For several months our meetings were confined to Zoom. I continue to be surprised that emotional energy defies and transcends the liquid crystal of a computer screen. The ways in which a body is breathing, the associated posture and strength of gaze are all indications of anxiety or emotional containment. Another young man commented: “Zoom offers us an insight into our own body language that we don’t normally have. I definitely slouch less when I am talking to you.” A psychiatrist colleague discusses with me how it can be useful, using Zoom, with its different viewing options, as a tool, to provoke people to talk about shameful feelings around their self-image. Another young man who has been coming, or rather Zooming-in for therapy since May, and whom I have not yet met face to face, is in Paris. He sends me a snapshot of himself in shorts standing beneath the Christos-wrapped L’arc de Triomphe. I am genuinely unsettled as I realise I have never seen his legs before. I realise I am engaging in emotionally intimate ways with bodies without form. Even stranger is the fact that both these young men are in Paris for the same October weekend and might pass each other under the same wrapped archway. I cannot get Christo out of my mind. It is said that the idea of wrapping the Arc was conceived over forty years ago and sadly its architect never lived to see his project completed, but neither did he ever waiver in his faith for the journey to reach its triumphant destination.
Orlando, my nickname for him, is a name in which He too delights and which, through the stranger actions of serendipity, He had watched the film of Woolf’s book the previous week. Orlando has come from a family in which suicide has been repeated down the generations, along with his own challenging early attachment history. He gazes anxiously into the screen and for a fleeting moment He reminds me of Durer’s early self portrait as a tormented young man, his hair long and disheveled.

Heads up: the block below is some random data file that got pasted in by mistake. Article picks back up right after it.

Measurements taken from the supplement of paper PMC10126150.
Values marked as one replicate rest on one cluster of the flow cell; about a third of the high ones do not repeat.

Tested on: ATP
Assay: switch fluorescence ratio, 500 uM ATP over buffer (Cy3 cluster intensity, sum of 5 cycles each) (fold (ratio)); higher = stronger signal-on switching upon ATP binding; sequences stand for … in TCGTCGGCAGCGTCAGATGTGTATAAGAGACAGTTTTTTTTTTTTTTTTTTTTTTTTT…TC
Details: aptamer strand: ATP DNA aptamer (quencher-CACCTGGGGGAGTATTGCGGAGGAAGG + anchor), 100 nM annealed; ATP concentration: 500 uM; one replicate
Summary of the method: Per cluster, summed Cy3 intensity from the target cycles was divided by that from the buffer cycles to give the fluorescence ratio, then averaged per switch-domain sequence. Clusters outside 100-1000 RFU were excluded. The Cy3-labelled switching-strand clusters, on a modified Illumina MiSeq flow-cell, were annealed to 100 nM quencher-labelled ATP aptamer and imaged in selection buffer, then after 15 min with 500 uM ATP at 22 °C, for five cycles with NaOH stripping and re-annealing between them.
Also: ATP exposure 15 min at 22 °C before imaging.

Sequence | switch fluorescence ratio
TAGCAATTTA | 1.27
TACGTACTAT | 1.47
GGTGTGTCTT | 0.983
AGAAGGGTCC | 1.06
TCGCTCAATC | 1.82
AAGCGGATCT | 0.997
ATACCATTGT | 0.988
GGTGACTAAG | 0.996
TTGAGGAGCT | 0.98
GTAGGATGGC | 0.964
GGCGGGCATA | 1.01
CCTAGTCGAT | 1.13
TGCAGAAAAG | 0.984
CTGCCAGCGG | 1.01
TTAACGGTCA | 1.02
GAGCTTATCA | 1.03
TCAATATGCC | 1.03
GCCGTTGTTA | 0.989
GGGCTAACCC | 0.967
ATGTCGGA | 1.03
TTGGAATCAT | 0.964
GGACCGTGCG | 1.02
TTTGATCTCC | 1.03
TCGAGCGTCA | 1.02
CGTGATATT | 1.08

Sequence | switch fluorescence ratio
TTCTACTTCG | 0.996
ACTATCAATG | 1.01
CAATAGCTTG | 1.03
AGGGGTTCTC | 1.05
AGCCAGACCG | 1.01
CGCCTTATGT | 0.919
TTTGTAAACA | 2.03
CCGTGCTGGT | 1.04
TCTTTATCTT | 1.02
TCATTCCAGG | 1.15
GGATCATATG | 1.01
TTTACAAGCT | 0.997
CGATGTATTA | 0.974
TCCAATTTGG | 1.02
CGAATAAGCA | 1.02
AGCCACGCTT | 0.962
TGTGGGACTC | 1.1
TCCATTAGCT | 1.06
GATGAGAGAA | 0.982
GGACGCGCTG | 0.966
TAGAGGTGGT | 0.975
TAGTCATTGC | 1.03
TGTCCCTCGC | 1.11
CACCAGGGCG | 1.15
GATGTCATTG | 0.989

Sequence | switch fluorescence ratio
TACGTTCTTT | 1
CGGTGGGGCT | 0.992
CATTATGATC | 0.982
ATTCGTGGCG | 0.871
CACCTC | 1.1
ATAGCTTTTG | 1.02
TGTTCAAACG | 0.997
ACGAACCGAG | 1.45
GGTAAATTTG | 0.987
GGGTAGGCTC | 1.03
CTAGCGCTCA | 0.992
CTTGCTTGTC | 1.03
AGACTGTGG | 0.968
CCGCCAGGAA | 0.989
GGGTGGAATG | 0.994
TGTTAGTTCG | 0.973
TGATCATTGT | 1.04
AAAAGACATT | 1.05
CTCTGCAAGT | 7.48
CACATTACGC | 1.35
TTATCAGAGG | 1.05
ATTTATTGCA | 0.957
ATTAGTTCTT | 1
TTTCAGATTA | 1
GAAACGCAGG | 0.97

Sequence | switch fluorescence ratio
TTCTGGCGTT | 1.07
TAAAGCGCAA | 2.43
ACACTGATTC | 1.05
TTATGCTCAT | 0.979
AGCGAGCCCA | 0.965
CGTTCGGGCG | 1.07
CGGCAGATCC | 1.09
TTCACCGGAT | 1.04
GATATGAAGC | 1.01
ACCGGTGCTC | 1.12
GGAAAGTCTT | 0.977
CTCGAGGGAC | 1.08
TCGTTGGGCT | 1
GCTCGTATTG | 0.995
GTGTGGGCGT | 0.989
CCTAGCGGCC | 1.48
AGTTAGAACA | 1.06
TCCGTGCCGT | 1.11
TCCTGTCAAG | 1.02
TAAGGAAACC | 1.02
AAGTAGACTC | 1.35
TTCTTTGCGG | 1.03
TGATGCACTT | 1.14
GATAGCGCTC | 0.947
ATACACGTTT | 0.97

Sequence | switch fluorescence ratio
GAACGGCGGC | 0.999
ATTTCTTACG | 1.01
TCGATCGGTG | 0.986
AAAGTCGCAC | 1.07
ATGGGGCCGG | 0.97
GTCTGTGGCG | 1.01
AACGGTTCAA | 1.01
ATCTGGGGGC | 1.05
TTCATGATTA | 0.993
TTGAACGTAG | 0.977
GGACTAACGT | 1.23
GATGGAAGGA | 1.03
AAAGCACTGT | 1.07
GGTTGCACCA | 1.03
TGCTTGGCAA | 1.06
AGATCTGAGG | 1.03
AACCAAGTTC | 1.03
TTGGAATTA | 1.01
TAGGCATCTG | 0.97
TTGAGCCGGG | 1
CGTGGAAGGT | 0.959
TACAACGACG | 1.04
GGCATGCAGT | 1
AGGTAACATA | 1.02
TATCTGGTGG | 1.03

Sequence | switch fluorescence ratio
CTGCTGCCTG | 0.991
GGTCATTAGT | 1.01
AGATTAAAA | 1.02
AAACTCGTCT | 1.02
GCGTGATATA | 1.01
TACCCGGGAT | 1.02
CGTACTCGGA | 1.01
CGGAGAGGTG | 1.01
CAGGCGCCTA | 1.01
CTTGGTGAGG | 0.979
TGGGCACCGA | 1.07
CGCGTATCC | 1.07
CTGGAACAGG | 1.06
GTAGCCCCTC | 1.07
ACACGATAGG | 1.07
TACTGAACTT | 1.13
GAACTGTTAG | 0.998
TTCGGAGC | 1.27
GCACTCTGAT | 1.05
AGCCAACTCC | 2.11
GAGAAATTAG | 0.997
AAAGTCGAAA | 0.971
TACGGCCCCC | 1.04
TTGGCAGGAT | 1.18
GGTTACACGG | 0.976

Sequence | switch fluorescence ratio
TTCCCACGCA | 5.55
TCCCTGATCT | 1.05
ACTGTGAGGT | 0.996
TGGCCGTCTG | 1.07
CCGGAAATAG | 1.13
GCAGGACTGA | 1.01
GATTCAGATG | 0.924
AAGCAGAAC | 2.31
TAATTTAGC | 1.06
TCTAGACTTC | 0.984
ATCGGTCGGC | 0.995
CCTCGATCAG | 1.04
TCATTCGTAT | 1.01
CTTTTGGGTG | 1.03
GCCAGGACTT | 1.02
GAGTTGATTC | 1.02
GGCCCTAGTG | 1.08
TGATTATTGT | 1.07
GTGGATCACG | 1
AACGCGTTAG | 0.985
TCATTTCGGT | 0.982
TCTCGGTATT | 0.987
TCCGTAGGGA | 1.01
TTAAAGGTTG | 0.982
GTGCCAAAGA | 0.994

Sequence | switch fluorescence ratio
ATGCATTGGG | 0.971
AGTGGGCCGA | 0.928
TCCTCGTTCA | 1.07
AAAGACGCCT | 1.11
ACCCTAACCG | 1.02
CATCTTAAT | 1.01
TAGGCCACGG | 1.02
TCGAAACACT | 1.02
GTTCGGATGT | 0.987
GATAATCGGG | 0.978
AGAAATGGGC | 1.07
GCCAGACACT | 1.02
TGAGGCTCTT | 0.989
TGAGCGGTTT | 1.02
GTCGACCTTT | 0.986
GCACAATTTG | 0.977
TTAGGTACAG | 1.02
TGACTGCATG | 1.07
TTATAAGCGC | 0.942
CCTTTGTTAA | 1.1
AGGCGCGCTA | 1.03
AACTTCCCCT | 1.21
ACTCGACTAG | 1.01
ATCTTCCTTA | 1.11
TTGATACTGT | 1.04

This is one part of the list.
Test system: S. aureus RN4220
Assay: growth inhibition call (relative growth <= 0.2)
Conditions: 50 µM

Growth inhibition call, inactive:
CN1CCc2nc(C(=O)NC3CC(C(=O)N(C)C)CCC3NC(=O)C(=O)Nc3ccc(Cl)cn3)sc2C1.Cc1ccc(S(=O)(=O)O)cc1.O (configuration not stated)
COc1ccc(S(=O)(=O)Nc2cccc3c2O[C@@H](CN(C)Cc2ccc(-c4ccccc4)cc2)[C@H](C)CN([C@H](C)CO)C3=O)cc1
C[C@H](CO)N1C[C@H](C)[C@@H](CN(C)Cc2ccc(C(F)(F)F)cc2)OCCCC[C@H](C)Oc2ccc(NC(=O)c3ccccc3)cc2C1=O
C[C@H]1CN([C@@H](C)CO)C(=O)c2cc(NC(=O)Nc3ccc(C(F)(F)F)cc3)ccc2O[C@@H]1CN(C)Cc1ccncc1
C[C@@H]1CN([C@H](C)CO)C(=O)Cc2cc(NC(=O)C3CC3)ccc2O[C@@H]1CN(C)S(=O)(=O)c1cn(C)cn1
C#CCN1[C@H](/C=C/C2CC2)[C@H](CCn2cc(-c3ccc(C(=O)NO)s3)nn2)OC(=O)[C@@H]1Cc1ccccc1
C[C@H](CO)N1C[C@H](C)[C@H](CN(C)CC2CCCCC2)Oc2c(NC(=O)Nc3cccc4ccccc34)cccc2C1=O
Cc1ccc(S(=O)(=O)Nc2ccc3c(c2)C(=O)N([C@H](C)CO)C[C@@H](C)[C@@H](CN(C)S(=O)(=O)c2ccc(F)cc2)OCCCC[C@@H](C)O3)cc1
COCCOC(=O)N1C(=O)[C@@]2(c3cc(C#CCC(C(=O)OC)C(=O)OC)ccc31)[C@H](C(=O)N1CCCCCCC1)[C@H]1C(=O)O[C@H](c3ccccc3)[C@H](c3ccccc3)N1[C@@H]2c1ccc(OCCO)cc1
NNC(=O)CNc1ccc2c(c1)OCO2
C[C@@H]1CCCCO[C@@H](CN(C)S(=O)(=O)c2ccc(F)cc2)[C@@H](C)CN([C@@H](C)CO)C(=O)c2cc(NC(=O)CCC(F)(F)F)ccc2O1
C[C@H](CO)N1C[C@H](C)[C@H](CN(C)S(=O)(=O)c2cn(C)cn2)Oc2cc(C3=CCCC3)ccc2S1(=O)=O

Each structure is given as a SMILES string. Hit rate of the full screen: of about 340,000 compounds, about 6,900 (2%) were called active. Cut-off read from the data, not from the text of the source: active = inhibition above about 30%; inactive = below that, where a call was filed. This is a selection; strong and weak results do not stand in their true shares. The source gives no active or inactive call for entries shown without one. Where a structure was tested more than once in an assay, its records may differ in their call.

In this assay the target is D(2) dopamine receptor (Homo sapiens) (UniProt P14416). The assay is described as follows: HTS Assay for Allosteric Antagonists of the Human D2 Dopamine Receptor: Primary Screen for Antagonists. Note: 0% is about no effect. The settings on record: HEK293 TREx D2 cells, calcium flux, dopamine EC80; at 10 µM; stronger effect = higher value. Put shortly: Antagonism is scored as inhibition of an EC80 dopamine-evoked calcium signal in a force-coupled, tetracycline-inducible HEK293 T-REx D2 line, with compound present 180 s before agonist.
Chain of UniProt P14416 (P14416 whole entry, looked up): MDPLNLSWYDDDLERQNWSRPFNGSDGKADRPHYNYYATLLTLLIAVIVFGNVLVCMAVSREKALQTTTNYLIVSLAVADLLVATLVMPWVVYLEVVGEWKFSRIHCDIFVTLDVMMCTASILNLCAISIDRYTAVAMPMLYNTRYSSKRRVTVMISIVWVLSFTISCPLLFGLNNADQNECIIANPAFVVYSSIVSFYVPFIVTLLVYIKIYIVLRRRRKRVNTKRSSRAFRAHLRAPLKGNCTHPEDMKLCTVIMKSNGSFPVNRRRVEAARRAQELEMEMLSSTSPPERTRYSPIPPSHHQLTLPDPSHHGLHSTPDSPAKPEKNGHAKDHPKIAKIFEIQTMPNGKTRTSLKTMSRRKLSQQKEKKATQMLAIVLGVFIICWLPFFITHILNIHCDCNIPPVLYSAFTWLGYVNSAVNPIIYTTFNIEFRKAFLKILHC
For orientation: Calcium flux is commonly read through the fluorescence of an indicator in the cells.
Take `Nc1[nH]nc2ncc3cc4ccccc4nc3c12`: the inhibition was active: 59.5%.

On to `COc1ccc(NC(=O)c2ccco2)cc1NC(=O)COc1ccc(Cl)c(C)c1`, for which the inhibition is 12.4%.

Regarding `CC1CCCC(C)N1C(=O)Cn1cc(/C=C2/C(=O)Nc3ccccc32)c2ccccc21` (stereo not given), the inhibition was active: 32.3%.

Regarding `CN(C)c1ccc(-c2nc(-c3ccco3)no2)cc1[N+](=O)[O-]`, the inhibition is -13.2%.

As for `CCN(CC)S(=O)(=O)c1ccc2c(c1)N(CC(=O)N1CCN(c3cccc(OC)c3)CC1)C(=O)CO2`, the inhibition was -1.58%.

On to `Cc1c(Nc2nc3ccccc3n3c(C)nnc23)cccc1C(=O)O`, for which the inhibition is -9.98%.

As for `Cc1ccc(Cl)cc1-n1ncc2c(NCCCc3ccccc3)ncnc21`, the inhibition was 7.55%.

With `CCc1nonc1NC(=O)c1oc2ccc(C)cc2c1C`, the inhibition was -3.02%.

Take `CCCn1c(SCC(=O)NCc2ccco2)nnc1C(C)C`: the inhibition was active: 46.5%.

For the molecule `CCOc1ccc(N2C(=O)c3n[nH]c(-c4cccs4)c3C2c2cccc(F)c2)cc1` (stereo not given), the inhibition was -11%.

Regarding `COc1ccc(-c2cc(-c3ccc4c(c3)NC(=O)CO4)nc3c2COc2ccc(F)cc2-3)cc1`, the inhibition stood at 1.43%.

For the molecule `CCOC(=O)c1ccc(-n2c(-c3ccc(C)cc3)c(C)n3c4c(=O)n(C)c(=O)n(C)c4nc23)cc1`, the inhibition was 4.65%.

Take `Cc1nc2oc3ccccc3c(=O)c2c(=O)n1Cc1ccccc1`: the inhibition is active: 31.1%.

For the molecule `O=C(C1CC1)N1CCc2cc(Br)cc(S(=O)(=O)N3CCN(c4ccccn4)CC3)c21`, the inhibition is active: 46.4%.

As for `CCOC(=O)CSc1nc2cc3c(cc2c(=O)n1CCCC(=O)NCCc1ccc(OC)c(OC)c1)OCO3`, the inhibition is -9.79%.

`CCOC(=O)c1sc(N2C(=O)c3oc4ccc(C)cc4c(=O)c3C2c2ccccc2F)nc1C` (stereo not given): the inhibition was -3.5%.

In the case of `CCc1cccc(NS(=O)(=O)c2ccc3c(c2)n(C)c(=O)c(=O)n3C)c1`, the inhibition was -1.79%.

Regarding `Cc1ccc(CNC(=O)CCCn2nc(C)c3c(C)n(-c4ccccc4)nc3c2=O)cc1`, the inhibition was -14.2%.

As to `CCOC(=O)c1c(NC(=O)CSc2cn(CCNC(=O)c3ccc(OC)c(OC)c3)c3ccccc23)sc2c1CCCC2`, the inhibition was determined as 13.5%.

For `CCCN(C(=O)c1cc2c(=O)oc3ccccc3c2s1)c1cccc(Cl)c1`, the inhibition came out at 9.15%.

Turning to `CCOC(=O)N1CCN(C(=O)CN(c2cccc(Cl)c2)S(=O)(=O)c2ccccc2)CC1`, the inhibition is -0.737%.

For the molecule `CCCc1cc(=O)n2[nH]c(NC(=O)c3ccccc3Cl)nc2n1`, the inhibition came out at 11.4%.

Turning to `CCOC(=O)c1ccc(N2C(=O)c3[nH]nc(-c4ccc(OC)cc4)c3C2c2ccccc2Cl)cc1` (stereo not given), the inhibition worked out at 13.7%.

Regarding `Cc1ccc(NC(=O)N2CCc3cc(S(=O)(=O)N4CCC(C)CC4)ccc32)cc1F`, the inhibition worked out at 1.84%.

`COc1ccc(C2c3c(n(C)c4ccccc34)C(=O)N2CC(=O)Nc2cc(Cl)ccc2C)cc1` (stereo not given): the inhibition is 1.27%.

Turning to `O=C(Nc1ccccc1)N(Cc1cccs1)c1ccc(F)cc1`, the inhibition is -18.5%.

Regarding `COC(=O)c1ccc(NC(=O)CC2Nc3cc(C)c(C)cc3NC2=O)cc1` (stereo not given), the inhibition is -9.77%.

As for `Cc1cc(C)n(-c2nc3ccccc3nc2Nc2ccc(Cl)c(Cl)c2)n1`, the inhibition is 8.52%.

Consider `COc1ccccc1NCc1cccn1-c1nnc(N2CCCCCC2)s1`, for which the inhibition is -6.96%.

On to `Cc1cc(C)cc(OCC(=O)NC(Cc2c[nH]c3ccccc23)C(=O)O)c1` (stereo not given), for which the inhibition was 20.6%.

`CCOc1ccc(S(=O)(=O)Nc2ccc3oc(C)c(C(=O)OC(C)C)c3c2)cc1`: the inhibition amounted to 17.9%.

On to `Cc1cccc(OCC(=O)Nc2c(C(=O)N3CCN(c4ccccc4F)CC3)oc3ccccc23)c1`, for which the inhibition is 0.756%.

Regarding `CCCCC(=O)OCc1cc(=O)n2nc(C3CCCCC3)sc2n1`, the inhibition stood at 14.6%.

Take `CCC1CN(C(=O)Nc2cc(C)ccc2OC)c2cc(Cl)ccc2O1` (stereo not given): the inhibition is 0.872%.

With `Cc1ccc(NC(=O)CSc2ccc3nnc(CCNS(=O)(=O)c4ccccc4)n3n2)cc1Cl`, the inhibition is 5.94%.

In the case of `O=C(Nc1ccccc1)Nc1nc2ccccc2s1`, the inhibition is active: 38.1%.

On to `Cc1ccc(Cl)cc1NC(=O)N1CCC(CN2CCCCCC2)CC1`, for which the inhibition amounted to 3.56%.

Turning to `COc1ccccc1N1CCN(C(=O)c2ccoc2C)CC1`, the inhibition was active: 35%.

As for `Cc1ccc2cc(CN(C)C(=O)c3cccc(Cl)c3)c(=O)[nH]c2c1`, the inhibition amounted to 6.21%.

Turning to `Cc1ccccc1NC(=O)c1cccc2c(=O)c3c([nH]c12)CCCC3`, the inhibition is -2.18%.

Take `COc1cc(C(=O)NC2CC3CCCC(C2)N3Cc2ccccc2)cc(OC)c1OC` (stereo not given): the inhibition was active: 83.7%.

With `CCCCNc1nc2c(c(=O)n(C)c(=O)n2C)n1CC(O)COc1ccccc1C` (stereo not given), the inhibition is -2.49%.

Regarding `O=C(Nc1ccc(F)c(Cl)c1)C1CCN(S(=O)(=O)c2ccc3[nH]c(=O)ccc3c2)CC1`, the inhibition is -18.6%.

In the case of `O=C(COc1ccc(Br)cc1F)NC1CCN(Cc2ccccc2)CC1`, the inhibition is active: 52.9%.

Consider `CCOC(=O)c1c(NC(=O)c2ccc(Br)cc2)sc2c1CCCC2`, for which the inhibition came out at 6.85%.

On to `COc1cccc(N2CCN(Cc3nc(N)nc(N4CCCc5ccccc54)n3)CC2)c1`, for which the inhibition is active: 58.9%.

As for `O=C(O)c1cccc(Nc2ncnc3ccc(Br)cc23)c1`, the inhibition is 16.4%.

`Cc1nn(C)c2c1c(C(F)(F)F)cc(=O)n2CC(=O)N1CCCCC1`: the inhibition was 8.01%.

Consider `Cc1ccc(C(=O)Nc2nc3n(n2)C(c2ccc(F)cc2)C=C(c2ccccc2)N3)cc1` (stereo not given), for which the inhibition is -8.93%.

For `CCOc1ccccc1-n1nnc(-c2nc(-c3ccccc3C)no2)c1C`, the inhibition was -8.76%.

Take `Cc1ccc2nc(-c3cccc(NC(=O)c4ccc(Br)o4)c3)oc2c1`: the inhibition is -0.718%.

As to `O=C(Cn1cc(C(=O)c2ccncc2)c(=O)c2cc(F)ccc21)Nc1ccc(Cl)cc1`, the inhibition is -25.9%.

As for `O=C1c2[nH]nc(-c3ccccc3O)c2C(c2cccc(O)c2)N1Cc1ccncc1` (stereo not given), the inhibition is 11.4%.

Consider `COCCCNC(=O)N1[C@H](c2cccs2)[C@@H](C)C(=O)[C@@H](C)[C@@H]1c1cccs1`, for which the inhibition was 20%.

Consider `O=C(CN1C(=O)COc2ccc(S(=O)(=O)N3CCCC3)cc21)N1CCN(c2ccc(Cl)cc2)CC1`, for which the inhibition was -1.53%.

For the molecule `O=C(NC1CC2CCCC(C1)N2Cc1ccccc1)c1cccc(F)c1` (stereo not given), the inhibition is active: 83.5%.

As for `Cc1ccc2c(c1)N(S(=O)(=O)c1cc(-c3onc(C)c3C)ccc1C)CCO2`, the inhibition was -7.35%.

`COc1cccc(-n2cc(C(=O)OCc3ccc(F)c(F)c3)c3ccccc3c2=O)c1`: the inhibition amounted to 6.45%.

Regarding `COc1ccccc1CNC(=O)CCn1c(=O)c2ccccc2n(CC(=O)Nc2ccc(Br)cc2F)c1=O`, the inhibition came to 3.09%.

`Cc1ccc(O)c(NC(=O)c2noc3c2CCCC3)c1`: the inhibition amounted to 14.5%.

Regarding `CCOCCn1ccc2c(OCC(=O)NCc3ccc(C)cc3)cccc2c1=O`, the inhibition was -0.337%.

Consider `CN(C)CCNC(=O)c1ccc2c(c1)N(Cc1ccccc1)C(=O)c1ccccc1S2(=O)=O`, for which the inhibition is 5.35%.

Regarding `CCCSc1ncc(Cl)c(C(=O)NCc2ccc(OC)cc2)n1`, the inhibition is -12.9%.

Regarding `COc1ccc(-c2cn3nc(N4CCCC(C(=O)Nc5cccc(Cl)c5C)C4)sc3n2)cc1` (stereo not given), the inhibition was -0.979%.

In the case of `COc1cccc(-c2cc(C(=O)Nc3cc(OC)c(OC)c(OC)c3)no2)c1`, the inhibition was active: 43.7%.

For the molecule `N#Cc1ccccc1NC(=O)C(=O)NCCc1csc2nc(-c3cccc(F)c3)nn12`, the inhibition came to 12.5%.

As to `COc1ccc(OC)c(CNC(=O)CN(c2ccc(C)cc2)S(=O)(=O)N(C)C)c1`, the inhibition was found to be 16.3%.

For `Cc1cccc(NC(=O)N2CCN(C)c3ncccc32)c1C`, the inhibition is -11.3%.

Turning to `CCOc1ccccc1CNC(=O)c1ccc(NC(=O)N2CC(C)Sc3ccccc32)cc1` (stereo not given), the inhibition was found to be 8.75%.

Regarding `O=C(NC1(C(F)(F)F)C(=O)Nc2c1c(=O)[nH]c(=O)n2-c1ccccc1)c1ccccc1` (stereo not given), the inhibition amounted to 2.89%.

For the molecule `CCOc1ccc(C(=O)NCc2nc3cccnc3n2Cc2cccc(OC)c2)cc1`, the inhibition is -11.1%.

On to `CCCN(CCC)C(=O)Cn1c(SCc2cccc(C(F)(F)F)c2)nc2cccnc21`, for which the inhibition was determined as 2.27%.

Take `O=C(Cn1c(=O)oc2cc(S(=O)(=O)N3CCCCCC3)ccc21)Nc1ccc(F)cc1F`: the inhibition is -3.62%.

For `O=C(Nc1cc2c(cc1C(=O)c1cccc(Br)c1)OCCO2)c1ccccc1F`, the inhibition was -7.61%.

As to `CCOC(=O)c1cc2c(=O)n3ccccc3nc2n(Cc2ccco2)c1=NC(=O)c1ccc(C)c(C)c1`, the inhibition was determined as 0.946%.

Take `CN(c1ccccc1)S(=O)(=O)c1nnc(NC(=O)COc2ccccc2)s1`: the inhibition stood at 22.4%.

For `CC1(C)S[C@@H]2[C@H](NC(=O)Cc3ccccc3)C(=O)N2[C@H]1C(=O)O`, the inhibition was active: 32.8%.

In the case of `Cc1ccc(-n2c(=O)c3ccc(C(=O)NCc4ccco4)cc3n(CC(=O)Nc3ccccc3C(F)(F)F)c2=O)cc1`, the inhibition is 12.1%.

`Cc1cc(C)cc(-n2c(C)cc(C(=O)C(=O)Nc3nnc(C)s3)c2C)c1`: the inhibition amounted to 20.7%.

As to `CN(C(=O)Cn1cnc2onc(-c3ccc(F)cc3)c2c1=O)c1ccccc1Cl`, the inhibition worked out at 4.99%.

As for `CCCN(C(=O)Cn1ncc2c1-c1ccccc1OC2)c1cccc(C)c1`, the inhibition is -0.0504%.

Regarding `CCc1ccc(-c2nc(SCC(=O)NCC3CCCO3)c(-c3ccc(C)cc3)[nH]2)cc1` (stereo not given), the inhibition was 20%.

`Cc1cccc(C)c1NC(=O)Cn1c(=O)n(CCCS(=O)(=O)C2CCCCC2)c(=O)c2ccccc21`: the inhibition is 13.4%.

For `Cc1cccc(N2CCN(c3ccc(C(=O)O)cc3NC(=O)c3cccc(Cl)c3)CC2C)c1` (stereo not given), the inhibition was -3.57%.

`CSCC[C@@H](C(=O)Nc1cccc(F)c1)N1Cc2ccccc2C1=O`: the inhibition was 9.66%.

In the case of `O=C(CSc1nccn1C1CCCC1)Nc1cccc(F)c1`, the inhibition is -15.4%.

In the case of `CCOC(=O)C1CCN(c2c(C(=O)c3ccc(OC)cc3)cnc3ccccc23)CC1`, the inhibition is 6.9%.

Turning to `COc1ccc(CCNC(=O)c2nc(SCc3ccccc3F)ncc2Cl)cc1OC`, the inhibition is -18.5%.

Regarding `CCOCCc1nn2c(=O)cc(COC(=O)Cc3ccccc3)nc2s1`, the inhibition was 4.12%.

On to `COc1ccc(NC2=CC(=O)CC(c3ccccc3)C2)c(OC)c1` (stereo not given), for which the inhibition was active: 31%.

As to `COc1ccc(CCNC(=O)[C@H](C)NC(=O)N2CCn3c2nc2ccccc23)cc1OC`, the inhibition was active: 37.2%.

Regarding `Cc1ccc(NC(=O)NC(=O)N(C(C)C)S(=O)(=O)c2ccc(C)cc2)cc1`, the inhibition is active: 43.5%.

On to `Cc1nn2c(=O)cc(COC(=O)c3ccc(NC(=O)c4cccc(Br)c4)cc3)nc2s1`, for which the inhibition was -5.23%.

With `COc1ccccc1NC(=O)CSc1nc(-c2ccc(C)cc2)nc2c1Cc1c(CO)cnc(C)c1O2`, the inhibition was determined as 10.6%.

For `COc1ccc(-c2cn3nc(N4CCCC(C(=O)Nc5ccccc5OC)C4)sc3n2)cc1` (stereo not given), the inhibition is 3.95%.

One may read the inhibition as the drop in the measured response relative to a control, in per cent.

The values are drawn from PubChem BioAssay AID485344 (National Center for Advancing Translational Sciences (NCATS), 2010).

During our conversation I discover that He is unusually tall; taller than I had assumed from his refinedly configured fingers. He tells me that he is 6 feet 3 inches. I show surprise. He darts a direct question, but speaking shyly: “Yes, I am tall, the tallest in my family. I feel very tall and its hard to ever disappear. How tall are you?” I am both surprised, taken aback and suddenly feel very small: “I think I am about 5 foot 4 inches.” His question does not feel like an intrusion but a genuine desire, in the absence of our physical presence, to have a bodily sense of who, or what, I am. It alerts me to the fact that although He is vulnerable, He is not, thankfully, without entitlement.
Later, writing this account of a shared journey in which Dante Alighieri became our first connection, I ask if I can refer to our verbatim reported interaction in this essay, which he has also given permission for me to record. It is not without pathos for him that he set out on his personal journey towards spiritual recovery in the year of the anniversary of Dante’s death.
“Hilarious, of course you can include it. I’m rather fond of your description... and it even made me laugh again because there is a strange co-incidence that like Durer’s engravings I happen to have a whippet cross-breed dog.